pro publicity

publicity

[puh-blis-i-tee]
noun
1.
extensive mention in the news media or by word of mouth or other means of communication.
2.
public notice so gained.
3.
the measures, process, or business of securing public notice.
4.
information, articles, or advertisements issued to secure public notice or attention.
5.
the state of being public, or open to general observation or knowledge.

Origin:
1785–95; < French publicité < Medieval Latin pūblicitās. See public, -ity

nonpublicity, noun
overpublicity, noun
propublicity, adjective
superpublicity, noun
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Based on the Random House Dictionary, © Random House, Inc. 2014.
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World English Dictionary
publicity (pʌˈblɪsɪtɪ)
 
n
1.  a.  the technique or process of attracting public attention to people, products, etc, as by the use of the mass media
 b.  (as modifier): a publicity agent
2.  public interest resulting from information supplied by such a technique or process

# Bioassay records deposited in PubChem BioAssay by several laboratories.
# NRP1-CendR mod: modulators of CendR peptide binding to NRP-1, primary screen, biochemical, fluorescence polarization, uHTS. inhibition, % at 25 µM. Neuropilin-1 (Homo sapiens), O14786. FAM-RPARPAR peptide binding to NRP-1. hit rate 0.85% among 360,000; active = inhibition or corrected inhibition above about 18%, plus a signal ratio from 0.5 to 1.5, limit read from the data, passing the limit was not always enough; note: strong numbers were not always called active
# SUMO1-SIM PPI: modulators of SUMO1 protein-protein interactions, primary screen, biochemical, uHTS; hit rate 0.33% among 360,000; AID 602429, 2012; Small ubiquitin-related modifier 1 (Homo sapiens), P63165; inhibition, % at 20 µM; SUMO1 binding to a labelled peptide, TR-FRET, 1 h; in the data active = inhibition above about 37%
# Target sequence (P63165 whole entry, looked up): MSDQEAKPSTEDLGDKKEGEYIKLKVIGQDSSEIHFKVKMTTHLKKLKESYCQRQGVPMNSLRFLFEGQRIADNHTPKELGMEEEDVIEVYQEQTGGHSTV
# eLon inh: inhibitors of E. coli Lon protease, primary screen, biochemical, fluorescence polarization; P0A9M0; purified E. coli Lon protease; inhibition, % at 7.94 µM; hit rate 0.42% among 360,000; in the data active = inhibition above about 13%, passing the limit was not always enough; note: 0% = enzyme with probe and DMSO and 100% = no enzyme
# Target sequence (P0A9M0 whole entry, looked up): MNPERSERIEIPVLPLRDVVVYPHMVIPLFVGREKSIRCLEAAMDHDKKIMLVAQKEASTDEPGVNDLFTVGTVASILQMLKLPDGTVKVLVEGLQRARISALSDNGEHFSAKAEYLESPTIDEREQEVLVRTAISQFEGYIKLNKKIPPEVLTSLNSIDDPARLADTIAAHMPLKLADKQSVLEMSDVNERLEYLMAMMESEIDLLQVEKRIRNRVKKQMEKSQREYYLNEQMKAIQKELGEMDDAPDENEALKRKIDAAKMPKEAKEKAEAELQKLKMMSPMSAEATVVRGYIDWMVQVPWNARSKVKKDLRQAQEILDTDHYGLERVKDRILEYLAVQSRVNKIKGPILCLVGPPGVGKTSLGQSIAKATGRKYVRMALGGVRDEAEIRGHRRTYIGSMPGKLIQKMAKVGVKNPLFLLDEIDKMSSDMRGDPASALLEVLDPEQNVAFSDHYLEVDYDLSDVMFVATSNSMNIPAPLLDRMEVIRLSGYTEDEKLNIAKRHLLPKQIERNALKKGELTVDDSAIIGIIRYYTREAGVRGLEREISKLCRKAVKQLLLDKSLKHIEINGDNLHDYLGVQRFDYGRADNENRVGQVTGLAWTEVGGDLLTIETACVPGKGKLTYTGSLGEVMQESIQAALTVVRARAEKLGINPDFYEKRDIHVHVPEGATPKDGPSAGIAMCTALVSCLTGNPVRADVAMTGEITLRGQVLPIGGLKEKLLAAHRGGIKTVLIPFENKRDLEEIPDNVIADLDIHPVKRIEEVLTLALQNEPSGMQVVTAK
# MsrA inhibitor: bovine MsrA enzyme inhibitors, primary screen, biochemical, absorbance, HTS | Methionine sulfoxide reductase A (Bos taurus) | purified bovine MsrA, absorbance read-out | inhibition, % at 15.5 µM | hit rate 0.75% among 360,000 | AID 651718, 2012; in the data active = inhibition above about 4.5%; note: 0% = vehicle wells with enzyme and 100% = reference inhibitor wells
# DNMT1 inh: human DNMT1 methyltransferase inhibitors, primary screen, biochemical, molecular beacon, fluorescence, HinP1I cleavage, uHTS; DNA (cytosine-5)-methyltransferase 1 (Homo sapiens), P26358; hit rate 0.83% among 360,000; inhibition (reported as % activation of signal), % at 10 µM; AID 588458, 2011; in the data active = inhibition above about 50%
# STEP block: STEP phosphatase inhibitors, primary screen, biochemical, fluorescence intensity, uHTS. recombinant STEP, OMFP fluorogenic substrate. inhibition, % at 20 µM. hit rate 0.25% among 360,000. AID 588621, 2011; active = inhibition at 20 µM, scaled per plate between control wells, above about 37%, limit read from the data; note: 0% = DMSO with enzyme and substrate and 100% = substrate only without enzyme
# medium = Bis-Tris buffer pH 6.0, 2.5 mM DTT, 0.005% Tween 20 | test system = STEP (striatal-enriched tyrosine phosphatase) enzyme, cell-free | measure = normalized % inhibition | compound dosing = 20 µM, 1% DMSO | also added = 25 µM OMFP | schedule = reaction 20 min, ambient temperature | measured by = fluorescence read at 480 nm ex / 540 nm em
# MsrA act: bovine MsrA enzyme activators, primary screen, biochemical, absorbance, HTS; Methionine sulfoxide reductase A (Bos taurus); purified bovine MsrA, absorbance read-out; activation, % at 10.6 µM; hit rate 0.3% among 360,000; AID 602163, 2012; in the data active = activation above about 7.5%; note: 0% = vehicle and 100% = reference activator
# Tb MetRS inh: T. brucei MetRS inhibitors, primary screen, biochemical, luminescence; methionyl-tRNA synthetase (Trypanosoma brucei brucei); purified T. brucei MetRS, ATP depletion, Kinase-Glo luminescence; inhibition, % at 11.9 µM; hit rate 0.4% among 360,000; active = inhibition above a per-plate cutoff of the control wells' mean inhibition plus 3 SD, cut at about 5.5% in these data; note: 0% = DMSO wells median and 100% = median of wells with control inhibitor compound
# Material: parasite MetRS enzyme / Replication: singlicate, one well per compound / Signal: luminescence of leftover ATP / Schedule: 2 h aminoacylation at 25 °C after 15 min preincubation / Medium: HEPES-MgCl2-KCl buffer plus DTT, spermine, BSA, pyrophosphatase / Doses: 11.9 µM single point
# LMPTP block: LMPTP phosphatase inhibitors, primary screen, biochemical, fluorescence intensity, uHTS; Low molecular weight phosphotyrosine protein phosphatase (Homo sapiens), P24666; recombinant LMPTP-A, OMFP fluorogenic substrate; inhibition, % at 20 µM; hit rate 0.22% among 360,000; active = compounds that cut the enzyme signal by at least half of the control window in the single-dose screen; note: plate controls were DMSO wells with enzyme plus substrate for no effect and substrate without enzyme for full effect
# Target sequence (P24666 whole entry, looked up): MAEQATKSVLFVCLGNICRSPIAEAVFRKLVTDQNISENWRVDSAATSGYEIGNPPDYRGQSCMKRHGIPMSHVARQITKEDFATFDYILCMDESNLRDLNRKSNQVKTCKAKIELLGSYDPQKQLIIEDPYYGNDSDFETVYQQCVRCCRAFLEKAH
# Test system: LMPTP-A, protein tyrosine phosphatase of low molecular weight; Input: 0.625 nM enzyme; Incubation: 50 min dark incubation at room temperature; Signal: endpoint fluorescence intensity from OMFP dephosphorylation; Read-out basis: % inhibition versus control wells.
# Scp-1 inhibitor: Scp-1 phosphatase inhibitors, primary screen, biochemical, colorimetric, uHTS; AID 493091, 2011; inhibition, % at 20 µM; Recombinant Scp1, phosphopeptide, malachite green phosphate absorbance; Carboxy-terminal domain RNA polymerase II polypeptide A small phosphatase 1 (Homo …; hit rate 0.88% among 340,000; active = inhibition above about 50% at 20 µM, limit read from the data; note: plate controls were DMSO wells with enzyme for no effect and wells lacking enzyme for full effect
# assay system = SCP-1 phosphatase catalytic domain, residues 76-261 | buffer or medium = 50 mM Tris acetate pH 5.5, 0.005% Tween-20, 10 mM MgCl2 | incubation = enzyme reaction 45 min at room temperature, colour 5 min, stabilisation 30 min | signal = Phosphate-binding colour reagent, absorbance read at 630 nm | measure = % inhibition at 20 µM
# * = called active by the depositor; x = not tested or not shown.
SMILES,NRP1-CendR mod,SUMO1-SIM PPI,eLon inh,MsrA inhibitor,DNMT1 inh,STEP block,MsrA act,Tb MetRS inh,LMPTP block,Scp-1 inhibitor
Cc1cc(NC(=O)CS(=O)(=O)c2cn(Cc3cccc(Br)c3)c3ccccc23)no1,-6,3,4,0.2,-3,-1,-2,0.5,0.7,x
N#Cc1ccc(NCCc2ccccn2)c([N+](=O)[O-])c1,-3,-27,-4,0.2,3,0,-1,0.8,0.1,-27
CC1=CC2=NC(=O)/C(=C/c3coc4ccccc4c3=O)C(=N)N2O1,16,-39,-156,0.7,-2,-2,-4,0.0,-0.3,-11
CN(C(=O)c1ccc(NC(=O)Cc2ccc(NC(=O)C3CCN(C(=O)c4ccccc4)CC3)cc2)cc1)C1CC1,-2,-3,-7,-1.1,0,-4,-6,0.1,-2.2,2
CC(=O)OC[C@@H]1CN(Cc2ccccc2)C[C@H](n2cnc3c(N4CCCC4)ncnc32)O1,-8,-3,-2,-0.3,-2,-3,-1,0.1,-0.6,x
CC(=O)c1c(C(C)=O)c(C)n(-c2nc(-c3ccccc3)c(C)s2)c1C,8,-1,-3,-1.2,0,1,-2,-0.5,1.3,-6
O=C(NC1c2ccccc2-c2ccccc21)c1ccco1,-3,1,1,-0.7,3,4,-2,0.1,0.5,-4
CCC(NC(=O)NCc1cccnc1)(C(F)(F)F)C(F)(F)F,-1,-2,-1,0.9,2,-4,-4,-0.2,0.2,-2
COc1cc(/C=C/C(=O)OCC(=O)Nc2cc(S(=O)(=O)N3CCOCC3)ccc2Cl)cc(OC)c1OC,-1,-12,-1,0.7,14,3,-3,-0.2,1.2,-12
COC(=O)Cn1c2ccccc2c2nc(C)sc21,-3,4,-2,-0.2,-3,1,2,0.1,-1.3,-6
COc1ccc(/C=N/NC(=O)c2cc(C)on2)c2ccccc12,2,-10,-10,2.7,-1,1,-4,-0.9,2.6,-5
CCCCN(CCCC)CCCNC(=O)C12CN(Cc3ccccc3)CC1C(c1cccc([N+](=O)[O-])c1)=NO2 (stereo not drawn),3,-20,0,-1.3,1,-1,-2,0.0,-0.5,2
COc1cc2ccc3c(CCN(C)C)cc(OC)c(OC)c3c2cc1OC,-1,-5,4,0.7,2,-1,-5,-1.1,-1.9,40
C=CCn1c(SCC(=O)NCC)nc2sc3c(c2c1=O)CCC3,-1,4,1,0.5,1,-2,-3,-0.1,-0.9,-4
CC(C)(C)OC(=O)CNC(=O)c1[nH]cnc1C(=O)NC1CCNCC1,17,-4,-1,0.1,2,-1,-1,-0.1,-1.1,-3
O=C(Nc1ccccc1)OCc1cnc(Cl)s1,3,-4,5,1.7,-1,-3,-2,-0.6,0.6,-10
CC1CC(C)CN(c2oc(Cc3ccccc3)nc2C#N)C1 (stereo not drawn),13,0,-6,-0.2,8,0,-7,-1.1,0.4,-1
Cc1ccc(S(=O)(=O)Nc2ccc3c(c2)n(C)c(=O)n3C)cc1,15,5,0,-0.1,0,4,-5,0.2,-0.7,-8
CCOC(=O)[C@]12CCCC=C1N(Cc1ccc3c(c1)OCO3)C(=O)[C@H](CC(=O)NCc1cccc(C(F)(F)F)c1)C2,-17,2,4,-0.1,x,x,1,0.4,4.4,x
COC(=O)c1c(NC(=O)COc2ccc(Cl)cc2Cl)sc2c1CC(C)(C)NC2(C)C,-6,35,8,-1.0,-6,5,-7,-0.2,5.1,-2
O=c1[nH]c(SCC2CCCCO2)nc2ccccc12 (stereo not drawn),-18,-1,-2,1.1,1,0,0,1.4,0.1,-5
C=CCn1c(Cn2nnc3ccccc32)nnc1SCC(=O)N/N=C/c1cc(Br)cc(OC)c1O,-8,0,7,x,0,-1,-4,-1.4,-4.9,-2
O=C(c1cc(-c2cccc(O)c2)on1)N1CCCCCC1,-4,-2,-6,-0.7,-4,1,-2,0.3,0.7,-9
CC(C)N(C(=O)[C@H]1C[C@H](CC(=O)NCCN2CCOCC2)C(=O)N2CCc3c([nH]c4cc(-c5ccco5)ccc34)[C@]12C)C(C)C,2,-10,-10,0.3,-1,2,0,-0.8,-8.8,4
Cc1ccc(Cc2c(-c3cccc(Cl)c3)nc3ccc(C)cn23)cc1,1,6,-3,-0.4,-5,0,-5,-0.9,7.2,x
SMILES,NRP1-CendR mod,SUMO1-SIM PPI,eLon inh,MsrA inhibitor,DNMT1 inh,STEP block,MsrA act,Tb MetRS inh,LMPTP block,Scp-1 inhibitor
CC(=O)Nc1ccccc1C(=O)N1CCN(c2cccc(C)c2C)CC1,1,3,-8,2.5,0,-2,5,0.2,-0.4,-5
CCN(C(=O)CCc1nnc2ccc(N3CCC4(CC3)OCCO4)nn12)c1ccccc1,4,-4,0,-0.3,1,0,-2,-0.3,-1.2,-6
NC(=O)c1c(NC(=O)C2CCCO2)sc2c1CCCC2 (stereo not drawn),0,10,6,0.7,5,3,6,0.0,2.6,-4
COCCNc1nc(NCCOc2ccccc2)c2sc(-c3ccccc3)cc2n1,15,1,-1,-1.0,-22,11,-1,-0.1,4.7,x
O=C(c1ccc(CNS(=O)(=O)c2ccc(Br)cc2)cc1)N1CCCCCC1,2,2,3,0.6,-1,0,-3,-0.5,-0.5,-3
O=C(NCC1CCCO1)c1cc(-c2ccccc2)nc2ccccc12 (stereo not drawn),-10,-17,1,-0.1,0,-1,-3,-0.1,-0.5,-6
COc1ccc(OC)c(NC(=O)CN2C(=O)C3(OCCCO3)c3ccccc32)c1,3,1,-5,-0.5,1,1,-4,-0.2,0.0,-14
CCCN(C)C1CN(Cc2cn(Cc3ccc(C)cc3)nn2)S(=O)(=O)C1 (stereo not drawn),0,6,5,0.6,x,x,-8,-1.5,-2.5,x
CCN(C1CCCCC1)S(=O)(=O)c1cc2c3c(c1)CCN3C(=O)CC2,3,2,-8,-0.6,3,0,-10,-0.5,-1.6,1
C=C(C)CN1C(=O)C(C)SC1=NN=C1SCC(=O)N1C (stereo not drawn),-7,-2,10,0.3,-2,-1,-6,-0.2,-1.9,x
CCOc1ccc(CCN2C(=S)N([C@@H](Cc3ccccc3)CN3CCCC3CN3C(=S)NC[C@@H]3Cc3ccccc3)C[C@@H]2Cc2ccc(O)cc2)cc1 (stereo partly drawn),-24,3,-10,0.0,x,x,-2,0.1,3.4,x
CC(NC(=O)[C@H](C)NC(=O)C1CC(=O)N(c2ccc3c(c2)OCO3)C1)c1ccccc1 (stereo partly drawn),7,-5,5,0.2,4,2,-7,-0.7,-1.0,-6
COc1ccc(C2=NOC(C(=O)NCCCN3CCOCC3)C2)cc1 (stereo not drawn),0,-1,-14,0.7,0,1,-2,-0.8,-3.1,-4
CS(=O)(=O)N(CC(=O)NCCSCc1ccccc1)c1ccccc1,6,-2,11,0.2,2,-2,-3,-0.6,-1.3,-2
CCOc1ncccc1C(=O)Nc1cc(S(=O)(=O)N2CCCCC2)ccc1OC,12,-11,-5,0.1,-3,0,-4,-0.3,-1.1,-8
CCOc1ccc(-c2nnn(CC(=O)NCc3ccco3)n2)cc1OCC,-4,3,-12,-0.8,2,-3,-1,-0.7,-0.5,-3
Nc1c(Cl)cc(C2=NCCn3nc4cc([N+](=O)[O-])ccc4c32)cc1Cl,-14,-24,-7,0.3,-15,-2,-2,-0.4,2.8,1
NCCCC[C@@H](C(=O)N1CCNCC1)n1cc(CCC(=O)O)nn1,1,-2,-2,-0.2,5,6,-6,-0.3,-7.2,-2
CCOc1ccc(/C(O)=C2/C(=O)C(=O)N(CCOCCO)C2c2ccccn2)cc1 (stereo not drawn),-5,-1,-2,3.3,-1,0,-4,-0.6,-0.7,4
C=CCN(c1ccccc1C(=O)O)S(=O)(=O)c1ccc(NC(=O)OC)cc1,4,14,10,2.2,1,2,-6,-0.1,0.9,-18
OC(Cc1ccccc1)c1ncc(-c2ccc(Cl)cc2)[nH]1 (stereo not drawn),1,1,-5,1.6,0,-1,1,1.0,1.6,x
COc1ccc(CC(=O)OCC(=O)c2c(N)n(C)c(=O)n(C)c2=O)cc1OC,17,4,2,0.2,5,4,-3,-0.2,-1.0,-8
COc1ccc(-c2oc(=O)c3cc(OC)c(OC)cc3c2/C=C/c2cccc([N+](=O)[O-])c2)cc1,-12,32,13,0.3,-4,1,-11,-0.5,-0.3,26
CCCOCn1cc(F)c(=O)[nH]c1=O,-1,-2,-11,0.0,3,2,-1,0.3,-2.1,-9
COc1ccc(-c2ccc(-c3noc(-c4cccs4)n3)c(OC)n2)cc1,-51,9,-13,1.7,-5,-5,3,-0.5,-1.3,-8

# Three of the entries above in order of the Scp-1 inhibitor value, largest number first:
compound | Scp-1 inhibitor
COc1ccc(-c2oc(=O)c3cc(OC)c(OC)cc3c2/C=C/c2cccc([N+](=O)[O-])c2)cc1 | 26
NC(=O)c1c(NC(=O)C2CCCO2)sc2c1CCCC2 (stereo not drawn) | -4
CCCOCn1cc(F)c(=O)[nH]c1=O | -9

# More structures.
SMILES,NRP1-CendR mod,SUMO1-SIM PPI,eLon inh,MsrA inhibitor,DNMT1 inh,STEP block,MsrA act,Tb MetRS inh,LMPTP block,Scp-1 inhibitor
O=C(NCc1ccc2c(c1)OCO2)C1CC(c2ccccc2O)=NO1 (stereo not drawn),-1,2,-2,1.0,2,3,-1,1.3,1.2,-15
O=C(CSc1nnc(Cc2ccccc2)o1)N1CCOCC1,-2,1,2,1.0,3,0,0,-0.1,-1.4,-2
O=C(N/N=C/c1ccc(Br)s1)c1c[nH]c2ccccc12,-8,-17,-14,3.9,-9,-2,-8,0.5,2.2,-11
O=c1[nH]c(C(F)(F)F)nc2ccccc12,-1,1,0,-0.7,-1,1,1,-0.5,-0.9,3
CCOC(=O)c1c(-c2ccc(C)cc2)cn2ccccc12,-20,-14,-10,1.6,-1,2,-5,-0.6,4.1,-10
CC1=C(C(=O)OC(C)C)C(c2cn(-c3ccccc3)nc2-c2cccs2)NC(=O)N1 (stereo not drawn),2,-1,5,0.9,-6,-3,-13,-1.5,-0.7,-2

3.  information used to draw public attention to people, products, etc
4.  the state of being public
 
[C18: via French from Medieval Latin pūblicitās; see public]

Collins English Dictionary - Complete & Unabridged 10th Edition
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Etymonline
Word Origin & History

publicity
1791, "condition of being public," from Fr. publicité (1694), from M.L. publicitatem (nom. publicitas), from L. publicus (see public). Sense of "making something known, advertising" is from 1826. Publicity stunt first recorded 1926. Publicize first recorded 1928. Publicist
(1792) is from Fr., originally "writer on current topics;" meaning "press agent" is from 1930.
Online Etymology Dictionary, © 2010 Douglas Harper
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